Vancouver-born Kazuo Nakamura had a lifelong interest in the concept of universality, which is the quality of being true or appropriate in all situations. Although a member of Painters Eleven, Nakamura’s Japanese-Canadian heritage provided different grounding experiences than those of his Modernist peers.
Nakamura’s approach to abstraction was in many ways more methodical and precise than was that of his Canadian contemporaries, and his direct references to science and the natural world ran counter to the non-objective tenets typical of abstract painting. He liked to create his paintings in series, although he would work on multiple series concurrently to keep his thinking elastic. This non-linear approach to painting is uncommon, as most artists choose to focus on a single idea before moving on to the next. Regardless of the series, Nakamura’s oeuvre remained grounded in science and nature, which was an idea that preoccupied him for his entire career.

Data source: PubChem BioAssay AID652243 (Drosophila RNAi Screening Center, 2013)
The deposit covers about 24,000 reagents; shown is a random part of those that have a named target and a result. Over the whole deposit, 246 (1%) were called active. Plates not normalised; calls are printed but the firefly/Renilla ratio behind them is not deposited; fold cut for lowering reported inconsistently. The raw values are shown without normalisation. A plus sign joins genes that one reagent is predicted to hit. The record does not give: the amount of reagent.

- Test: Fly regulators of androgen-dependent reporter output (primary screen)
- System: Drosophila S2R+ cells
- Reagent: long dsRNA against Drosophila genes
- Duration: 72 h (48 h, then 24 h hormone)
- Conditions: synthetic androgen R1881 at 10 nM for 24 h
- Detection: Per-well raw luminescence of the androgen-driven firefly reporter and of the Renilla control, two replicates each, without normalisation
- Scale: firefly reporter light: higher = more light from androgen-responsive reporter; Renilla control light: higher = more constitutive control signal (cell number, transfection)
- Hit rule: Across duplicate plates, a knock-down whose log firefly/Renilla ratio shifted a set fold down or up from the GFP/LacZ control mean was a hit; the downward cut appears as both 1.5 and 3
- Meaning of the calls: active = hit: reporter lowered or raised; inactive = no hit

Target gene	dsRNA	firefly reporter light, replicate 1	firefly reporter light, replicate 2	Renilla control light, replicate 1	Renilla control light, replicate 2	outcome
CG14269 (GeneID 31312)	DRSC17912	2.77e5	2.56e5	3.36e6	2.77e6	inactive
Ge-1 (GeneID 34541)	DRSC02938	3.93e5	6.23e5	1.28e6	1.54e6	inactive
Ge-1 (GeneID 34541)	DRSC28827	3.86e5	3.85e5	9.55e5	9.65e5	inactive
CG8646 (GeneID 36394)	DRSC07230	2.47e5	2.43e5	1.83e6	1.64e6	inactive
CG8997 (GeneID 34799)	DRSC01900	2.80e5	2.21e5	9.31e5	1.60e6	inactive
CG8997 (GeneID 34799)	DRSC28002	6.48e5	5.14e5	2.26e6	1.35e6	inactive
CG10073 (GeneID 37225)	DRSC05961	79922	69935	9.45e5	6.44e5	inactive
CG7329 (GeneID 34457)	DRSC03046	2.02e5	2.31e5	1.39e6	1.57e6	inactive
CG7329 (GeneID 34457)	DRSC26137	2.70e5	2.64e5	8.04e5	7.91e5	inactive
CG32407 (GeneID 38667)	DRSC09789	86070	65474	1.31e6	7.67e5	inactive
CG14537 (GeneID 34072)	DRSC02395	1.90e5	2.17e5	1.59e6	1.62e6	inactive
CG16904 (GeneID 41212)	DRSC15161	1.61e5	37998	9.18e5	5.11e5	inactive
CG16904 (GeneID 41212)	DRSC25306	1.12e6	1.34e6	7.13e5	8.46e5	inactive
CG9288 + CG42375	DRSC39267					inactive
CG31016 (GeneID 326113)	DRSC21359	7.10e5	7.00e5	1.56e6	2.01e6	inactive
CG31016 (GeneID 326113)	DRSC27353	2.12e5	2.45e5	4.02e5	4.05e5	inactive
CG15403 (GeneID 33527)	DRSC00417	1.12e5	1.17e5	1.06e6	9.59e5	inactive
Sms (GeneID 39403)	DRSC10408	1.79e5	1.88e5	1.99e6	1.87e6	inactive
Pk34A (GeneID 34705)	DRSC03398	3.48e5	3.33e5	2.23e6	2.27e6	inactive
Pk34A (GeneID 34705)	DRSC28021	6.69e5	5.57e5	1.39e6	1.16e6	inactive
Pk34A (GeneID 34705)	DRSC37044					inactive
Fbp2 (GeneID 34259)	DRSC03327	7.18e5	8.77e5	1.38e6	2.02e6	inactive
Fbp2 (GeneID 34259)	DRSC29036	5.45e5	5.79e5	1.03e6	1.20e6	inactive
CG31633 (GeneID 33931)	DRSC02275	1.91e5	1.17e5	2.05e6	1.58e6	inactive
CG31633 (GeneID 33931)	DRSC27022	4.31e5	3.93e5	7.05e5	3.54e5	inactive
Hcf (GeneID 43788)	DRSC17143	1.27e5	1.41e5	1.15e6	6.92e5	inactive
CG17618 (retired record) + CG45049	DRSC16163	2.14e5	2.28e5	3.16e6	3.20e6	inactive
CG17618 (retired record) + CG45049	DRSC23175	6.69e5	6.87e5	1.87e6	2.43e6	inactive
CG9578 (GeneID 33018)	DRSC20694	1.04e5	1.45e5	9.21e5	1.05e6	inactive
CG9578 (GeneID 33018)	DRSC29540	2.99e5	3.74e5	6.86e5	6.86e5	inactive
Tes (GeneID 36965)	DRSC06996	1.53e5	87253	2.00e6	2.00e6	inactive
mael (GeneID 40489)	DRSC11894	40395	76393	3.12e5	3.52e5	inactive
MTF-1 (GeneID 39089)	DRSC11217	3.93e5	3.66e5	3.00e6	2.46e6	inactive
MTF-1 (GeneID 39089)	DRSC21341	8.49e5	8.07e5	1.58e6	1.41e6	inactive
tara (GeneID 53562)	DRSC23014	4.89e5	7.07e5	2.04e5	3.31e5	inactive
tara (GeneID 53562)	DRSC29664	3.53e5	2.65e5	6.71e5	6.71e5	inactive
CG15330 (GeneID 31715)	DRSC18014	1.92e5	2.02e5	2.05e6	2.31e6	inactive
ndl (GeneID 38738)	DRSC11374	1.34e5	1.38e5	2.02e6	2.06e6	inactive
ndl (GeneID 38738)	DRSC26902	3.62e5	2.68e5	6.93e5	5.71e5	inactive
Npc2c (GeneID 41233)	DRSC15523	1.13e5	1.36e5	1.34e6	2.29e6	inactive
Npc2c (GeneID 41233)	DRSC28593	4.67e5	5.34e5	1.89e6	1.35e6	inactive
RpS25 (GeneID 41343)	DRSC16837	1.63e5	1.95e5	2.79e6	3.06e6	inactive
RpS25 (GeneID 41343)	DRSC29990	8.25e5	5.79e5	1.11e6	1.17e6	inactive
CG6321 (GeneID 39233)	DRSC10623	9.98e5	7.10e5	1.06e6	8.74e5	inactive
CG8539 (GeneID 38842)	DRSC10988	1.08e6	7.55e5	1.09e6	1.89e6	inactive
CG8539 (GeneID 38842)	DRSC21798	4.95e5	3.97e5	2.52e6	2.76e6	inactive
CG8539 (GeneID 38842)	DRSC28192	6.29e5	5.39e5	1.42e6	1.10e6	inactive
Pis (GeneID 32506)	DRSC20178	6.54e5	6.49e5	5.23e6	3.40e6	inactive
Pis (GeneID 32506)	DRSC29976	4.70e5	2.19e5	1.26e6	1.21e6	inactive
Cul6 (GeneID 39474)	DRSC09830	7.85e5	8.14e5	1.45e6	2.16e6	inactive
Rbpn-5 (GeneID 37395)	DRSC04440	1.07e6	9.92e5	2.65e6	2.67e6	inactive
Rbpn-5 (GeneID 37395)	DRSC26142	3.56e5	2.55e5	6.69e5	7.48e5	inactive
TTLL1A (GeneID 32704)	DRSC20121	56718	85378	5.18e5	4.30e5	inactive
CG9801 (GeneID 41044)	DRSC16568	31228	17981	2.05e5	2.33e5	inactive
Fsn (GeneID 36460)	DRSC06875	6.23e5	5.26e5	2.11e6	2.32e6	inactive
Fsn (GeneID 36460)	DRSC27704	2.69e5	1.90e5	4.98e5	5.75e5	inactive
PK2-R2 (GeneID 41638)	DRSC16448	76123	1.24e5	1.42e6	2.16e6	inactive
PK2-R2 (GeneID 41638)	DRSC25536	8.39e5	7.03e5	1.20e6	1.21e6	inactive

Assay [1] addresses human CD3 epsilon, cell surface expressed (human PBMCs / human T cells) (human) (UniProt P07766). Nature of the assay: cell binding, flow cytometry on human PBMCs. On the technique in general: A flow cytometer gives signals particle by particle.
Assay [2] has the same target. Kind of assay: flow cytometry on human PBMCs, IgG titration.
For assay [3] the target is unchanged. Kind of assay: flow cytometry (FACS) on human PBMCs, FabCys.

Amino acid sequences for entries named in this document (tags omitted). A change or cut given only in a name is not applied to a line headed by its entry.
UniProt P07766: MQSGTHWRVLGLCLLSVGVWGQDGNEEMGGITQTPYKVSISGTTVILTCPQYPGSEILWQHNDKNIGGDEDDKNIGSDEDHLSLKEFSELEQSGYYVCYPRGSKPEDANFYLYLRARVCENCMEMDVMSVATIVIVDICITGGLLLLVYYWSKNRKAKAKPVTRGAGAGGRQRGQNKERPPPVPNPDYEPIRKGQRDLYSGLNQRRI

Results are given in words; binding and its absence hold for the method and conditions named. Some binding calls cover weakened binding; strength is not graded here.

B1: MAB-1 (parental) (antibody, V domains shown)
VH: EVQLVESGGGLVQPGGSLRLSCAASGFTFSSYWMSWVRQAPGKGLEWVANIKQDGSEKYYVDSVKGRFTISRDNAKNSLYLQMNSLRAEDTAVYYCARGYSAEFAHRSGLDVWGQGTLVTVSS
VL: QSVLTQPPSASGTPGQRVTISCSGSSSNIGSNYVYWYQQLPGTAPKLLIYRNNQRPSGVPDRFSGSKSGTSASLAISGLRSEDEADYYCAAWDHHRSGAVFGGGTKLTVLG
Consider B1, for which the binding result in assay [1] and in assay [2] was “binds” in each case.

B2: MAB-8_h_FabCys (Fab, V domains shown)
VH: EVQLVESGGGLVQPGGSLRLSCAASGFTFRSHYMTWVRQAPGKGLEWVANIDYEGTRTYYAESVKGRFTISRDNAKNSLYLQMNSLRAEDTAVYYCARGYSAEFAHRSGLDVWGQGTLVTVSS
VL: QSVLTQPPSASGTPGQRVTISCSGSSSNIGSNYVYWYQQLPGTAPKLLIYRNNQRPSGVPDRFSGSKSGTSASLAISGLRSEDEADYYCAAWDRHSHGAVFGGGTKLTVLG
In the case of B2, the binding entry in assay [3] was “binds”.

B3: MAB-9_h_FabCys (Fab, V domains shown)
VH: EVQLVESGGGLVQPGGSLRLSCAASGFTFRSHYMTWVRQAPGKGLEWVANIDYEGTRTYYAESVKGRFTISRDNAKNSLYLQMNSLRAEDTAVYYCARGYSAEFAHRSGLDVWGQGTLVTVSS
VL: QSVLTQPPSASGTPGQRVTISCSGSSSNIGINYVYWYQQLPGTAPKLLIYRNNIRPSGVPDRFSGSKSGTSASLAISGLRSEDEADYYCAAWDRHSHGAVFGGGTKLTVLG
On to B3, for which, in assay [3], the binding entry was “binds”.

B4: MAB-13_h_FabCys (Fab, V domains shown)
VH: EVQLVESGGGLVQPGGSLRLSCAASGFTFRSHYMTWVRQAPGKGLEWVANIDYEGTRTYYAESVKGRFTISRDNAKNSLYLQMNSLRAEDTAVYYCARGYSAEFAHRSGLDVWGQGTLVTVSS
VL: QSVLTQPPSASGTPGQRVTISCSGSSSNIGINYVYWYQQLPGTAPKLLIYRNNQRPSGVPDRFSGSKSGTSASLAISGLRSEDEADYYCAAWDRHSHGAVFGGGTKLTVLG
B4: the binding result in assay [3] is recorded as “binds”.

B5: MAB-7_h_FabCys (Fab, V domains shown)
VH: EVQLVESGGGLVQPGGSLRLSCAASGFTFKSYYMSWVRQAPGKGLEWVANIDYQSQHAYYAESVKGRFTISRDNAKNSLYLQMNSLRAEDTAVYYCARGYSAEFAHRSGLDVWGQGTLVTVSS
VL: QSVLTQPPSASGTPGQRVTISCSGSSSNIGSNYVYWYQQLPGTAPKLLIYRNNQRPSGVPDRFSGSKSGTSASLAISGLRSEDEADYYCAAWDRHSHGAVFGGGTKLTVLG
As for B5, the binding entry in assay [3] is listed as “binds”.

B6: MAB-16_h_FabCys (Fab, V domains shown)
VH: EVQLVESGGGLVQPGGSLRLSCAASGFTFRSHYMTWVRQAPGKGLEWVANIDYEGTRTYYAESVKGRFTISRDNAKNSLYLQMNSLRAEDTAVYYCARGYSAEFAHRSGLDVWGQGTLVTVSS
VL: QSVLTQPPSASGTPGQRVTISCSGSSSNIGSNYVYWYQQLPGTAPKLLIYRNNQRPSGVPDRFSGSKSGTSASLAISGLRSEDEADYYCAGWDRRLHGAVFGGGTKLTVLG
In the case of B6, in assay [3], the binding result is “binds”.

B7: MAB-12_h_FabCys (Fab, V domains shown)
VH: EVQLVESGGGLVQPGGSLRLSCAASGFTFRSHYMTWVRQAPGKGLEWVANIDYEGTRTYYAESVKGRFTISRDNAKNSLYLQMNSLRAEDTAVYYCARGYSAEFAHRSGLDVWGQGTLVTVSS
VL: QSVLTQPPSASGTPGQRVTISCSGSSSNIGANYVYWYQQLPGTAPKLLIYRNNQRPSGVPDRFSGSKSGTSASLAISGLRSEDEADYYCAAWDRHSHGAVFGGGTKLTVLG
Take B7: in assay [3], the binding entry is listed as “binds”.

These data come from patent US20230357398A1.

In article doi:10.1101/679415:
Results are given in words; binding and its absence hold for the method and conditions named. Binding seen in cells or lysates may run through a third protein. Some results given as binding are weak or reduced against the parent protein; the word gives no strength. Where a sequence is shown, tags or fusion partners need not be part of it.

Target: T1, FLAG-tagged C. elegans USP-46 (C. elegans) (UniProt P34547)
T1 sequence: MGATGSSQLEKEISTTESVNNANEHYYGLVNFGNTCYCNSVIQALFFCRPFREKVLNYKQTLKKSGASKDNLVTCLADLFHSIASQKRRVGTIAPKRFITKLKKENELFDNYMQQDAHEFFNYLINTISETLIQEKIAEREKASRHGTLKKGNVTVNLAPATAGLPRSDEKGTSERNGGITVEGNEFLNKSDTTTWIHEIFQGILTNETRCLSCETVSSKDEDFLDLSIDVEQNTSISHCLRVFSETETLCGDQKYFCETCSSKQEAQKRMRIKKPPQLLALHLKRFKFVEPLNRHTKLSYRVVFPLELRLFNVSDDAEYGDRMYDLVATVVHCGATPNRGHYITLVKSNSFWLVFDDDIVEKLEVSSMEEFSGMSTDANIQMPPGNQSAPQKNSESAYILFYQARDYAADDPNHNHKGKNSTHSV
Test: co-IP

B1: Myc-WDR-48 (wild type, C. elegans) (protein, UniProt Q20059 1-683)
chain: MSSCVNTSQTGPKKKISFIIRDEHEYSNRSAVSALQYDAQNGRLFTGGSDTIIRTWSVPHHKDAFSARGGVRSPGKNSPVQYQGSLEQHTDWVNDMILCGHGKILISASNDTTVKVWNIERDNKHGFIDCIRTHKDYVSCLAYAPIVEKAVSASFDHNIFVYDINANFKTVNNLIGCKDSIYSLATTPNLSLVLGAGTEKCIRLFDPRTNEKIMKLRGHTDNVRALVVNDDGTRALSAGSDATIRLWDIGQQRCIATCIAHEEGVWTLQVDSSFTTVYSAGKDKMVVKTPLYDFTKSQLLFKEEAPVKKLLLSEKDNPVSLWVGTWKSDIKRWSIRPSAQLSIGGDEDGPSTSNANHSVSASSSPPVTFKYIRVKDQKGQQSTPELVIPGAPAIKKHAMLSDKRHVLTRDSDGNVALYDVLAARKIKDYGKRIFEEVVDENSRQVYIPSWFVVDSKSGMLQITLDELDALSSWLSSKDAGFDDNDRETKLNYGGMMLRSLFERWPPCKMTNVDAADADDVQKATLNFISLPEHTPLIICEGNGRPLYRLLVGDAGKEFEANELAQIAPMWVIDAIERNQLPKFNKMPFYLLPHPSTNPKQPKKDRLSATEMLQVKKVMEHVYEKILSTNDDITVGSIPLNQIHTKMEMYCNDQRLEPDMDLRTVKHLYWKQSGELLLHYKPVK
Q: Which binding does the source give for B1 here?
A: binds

The title of Conic Structure alludes to the curving lines that divide the canvas in three. The painting is vaguely cartographic, marrying the mathematical approach with the natural land masses that it records. Its grid-like pattern is reminiscent of studies in perspective, especially its early-Renaissance origins with Duccio, an artist Nakamura whom referenced in his explanations of the “fundamental universal pattern in all art and nature.”
Conic Structure was part of a posthumous exhibition of his work called Nakamura: A Human Measure, held in 2004 at the Art Gallery of Ontario.